A 2022 Tesla Model 3 reportedly caught fire and was completely destroyed in Newark, New Jersey, last week after the electric vehicle struck debris on the road.
The electric vehicle started issuing warnings that there was a critical problem shortly after the Tesla hit an object on the road, at which point the driver then pulled over, called authorities, and exited the vehicle before the battery pack started smoking and later erupted in flames, according to a report by InsideEVs.
Photos and video footage were provided to the outlet by a first responder who was at the scene of the incident.
The outlet noted that the Tesla fire in New Jersey was reminiscent of a vulnerability the EV had when it first launched, in which “multiple vehicles went on fire after striking road debris,” sparking an investigation by the National Highway Traffic Safety Administration (NHTSA).
Ultimately, the solution was to “add a titanium plate and an aluminum deflector under the vehicles, which better protected them from debris strikes,” InsideEVs reported, adding that it worked.
Putting out the fire was very difficult for the Newark Fire Department, as the Model 3 kept smoking and flaming up, time and time again, after the fire was extinguished — unlike gasoline-powered vehicles.
As Breitbart News previously reported, putting out a fire on an electric vehicle is no easy task, as the electrolyte fluid reaction in lithium batteries makes the blaze extremely hard to put out. Moreover, the fires have been known to spontaneously reignite up to a week later.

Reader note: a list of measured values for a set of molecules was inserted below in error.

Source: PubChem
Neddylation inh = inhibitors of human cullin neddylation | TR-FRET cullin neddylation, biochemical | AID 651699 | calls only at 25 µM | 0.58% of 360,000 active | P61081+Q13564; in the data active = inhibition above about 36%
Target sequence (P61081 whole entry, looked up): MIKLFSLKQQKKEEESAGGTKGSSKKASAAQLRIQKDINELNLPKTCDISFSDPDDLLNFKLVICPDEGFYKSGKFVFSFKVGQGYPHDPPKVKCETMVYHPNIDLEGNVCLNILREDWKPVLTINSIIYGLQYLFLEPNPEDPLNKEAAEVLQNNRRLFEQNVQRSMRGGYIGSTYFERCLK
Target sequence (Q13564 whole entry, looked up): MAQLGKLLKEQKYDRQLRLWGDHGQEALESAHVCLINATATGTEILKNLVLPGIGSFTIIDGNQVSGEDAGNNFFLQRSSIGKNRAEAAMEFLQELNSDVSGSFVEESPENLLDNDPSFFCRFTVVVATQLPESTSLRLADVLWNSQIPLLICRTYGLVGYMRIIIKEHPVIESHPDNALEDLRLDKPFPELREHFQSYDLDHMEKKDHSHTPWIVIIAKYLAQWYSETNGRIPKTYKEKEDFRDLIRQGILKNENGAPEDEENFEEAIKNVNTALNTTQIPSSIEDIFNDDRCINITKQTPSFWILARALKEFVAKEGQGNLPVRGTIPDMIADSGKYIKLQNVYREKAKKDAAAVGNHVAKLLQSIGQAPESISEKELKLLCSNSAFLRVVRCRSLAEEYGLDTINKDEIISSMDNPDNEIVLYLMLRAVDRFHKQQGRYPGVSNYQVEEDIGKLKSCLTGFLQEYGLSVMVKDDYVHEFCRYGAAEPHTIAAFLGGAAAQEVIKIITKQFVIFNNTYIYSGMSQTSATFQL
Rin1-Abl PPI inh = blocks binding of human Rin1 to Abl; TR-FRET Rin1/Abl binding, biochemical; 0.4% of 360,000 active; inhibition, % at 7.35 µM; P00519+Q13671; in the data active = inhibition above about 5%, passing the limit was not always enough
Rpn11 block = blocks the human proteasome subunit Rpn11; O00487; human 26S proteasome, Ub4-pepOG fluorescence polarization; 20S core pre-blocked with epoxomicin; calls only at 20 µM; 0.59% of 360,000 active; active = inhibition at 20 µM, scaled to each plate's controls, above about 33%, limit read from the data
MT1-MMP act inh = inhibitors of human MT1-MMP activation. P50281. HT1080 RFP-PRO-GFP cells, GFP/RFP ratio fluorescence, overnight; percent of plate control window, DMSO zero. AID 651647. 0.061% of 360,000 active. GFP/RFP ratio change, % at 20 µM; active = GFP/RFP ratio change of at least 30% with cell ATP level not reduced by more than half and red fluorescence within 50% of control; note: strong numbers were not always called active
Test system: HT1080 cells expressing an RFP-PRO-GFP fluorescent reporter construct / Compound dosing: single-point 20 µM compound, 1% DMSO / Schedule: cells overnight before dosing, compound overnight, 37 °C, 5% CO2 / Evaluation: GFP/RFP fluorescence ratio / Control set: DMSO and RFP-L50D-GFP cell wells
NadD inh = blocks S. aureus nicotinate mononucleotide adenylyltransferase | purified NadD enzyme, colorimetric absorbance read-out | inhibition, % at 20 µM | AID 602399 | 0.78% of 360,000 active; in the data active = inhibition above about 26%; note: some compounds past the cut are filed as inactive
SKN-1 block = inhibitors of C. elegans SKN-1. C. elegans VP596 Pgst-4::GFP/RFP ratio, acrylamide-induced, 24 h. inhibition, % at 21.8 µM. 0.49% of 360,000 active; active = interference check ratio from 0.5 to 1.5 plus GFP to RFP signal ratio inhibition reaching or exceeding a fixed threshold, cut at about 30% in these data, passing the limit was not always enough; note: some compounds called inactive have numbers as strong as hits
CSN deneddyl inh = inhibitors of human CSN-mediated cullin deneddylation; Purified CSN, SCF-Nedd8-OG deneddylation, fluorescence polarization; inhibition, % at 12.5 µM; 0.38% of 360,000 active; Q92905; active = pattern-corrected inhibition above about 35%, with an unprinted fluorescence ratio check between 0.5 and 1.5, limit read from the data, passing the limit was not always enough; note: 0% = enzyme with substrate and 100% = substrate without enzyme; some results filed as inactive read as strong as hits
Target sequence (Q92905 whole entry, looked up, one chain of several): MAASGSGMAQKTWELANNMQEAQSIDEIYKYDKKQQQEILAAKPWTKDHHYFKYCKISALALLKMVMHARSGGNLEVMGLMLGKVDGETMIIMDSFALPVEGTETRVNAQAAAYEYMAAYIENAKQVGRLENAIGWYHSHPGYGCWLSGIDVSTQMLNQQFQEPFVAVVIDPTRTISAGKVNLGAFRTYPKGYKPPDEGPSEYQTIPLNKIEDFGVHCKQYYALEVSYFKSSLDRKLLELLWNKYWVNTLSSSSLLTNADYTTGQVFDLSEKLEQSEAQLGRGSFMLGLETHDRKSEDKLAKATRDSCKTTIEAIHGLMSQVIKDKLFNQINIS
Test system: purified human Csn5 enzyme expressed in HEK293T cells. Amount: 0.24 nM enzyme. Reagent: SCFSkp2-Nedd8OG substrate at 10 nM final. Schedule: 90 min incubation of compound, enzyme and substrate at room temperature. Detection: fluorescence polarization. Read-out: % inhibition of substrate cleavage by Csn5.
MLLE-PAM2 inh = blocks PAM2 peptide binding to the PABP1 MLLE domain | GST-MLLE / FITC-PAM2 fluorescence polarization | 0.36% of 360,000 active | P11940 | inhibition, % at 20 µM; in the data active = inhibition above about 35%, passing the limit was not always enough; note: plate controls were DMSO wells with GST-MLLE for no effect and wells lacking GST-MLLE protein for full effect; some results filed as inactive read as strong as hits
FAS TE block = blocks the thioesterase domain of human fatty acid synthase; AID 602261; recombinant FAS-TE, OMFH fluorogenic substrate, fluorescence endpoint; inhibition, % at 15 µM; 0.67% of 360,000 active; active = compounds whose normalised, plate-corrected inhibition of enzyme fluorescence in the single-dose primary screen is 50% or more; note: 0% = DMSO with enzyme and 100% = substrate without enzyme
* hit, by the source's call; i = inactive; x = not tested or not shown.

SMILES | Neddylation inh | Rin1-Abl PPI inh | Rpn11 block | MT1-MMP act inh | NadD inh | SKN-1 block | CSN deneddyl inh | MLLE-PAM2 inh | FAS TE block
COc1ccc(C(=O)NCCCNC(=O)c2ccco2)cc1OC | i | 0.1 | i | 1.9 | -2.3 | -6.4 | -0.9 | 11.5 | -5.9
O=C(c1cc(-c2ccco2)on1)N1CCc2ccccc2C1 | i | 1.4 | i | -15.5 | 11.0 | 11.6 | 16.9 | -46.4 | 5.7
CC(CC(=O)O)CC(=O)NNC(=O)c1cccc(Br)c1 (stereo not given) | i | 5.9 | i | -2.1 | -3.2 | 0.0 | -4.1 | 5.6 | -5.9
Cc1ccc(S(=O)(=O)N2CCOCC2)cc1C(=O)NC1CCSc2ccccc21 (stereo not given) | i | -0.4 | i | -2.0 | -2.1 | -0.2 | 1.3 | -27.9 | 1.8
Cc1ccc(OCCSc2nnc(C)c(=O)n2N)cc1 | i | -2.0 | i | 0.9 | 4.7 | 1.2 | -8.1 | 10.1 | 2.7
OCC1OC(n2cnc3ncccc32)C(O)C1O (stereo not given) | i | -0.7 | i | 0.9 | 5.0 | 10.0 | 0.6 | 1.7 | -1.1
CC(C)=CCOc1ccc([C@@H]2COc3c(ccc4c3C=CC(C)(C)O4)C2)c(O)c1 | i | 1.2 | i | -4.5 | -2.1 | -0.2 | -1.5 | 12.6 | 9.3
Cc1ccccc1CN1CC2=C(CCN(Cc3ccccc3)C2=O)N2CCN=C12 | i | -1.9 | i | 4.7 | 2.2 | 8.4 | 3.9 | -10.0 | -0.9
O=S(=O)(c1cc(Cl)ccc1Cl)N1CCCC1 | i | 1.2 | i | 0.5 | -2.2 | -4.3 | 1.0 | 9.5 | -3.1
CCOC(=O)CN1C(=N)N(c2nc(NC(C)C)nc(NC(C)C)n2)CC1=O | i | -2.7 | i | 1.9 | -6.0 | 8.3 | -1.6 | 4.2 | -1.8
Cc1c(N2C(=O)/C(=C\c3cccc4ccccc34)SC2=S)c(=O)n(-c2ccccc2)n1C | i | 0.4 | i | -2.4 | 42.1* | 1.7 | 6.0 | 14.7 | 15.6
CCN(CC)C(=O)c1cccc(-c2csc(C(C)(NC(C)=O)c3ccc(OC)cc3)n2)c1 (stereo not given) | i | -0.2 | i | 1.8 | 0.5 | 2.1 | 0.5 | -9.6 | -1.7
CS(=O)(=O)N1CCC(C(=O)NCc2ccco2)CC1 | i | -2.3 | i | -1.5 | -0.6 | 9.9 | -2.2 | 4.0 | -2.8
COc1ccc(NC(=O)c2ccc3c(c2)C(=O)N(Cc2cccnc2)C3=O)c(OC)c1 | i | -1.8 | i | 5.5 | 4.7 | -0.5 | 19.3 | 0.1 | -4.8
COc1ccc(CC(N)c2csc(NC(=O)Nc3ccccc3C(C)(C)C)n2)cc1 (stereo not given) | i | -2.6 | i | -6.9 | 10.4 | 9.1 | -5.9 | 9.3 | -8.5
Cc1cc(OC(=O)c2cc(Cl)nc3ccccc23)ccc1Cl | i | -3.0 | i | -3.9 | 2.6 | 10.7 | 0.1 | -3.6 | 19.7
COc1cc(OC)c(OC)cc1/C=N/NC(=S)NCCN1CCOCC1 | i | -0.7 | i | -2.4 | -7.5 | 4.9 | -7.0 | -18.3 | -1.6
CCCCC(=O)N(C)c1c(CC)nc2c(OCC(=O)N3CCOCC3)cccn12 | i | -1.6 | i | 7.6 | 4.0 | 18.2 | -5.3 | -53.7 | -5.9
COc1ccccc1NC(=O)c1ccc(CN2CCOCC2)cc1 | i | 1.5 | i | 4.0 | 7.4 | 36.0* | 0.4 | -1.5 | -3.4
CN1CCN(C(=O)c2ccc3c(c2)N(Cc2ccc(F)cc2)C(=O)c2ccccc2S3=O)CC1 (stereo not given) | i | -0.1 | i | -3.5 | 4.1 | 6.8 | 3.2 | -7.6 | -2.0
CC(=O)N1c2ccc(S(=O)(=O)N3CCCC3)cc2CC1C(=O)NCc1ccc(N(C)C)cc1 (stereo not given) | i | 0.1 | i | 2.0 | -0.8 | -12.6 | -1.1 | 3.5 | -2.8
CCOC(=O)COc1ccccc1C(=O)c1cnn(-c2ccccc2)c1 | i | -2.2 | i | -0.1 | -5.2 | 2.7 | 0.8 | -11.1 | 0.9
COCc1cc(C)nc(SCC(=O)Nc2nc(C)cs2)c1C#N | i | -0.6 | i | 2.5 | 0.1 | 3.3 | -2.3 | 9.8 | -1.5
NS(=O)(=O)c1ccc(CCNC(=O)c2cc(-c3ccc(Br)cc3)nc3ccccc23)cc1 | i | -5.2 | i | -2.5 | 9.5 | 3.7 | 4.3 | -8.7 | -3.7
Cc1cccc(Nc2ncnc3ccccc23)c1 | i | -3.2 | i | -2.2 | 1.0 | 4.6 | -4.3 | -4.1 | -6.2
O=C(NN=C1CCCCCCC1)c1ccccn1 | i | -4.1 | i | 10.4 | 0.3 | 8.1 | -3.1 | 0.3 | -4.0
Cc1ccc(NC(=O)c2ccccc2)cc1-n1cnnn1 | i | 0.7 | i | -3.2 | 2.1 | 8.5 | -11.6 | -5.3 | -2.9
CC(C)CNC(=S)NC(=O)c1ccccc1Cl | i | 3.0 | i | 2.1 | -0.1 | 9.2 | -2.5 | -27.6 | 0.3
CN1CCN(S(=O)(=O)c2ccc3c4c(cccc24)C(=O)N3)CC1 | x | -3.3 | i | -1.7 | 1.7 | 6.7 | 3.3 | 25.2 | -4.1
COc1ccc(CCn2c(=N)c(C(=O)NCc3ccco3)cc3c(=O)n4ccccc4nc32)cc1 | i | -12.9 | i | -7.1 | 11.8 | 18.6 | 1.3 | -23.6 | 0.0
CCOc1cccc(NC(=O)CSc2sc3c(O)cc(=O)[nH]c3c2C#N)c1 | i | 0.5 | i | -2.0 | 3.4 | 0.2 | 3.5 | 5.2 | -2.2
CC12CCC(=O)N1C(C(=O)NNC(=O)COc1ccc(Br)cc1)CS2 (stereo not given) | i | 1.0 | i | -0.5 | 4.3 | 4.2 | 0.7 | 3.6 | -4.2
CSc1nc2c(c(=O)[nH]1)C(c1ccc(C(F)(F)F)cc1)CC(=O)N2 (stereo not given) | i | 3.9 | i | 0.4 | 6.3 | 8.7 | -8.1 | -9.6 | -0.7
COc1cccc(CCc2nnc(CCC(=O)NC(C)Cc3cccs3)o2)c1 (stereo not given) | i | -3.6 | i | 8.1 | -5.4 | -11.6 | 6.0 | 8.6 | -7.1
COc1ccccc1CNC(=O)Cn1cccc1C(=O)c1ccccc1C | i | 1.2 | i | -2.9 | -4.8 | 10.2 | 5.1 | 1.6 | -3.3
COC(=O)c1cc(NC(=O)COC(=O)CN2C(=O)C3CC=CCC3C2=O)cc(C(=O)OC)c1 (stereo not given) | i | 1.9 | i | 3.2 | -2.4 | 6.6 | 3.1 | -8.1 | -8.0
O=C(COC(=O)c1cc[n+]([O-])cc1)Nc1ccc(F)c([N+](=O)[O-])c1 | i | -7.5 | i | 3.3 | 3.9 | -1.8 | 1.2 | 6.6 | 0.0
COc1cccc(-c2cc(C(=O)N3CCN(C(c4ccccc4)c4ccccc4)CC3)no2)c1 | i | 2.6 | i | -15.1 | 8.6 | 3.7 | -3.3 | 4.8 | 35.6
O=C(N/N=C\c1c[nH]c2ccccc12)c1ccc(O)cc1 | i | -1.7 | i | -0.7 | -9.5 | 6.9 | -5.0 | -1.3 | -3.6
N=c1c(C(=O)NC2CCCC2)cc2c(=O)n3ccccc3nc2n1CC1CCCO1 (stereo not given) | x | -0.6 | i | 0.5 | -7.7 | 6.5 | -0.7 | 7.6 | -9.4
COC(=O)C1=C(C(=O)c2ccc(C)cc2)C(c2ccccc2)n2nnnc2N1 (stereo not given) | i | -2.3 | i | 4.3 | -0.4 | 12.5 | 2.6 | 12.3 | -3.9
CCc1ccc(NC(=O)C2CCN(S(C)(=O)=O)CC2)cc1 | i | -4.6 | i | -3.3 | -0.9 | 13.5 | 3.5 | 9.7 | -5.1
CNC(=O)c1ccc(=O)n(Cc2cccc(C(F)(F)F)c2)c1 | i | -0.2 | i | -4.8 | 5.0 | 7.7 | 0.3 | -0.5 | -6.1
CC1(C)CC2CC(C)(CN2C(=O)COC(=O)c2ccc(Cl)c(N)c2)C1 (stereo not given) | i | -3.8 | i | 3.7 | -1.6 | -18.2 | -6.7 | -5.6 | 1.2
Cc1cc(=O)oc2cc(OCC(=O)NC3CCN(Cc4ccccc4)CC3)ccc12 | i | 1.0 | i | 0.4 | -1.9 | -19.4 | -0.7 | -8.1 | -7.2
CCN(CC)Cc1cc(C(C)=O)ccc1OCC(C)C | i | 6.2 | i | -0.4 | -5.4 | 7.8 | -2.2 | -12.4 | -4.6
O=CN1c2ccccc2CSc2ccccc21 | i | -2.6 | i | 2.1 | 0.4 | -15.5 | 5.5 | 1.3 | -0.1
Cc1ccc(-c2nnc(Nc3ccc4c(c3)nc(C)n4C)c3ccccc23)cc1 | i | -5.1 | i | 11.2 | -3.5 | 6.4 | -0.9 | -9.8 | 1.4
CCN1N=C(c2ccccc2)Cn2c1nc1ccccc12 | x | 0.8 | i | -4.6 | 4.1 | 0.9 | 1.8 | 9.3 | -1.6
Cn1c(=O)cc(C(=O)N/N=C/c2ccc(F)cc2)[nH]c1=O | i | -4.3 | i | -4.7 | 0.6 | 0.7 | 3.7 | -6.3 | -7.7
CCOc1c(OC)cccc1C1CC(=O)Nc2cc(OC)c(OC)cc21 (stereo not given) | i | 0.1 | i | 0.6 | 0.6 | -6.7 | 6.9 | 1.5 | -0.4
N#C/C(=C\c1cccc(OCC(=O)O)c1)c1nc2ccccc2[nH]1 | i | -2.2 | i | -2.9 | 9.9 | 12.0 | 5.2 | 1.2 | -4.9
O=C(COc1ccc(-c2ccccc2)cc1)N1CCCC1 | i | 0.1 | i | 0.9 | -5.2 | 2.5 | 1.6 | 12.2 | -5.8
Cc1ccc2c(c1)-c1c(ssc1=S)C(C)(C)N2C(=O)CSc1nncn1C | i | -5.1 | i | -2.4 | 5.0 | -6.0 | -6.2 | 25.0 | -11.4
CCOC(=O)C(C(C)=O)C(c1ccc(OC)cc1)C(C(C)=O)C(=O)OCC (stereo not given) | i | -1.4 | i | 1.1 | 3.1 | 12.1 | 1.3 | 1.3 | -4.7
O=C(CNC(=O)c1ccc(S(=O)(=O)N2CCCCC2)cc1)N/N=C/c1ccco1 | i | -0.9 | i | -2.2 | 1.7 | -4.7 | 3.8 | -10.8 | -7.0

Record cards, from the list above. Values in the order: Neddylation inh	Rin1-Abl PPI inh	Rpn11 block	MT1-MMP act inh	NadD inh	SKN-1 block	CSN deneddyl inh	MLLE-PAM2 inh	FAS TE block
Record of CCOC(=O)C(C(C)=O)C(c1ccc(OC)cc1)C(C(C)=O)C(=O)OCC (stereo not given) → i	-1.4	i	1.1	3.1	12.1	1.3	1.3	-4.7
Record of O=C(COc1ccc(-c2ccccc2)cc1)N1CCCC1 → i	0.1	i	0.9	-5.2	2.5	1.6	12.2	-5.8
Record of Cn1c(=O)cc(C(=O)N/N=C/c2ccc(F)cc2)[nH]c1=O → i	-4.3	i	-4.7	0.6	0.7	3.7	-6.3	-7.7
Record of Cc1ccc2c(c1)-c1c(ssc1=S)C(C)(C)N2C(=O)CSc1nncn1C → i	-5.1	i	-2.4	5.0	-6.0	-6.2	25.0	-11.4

Additionally, EVs have proven themselves to be a new and difficult challenge for firefighters, as evidenced from Hurricane Ian last year in Florida, where multiple electric vehicles caught fire after becoming waterlogged during the storm.
“There’s a ton of EVs disabled from Ian. As those batteries corrode, fires start. That’s a new challenge that our firefighters haven’t faced before. At least on this kind of scale,” Jimmy Patronis, Florida’s chief financial officer and state fire marshal, said at the time.
Just days before the Model 3 caught fire in New Jersey, another Tesla burst into flames on a busy highway in the Southern Highlands region of Australia, sending firefighters on yet another a difficult mission to battle the blaze.
It took firefighters, who had to bring a bulk water tanker and use more than 1,585 gallons of water before the fire was extinguished, at least half an hour to get the fire under control.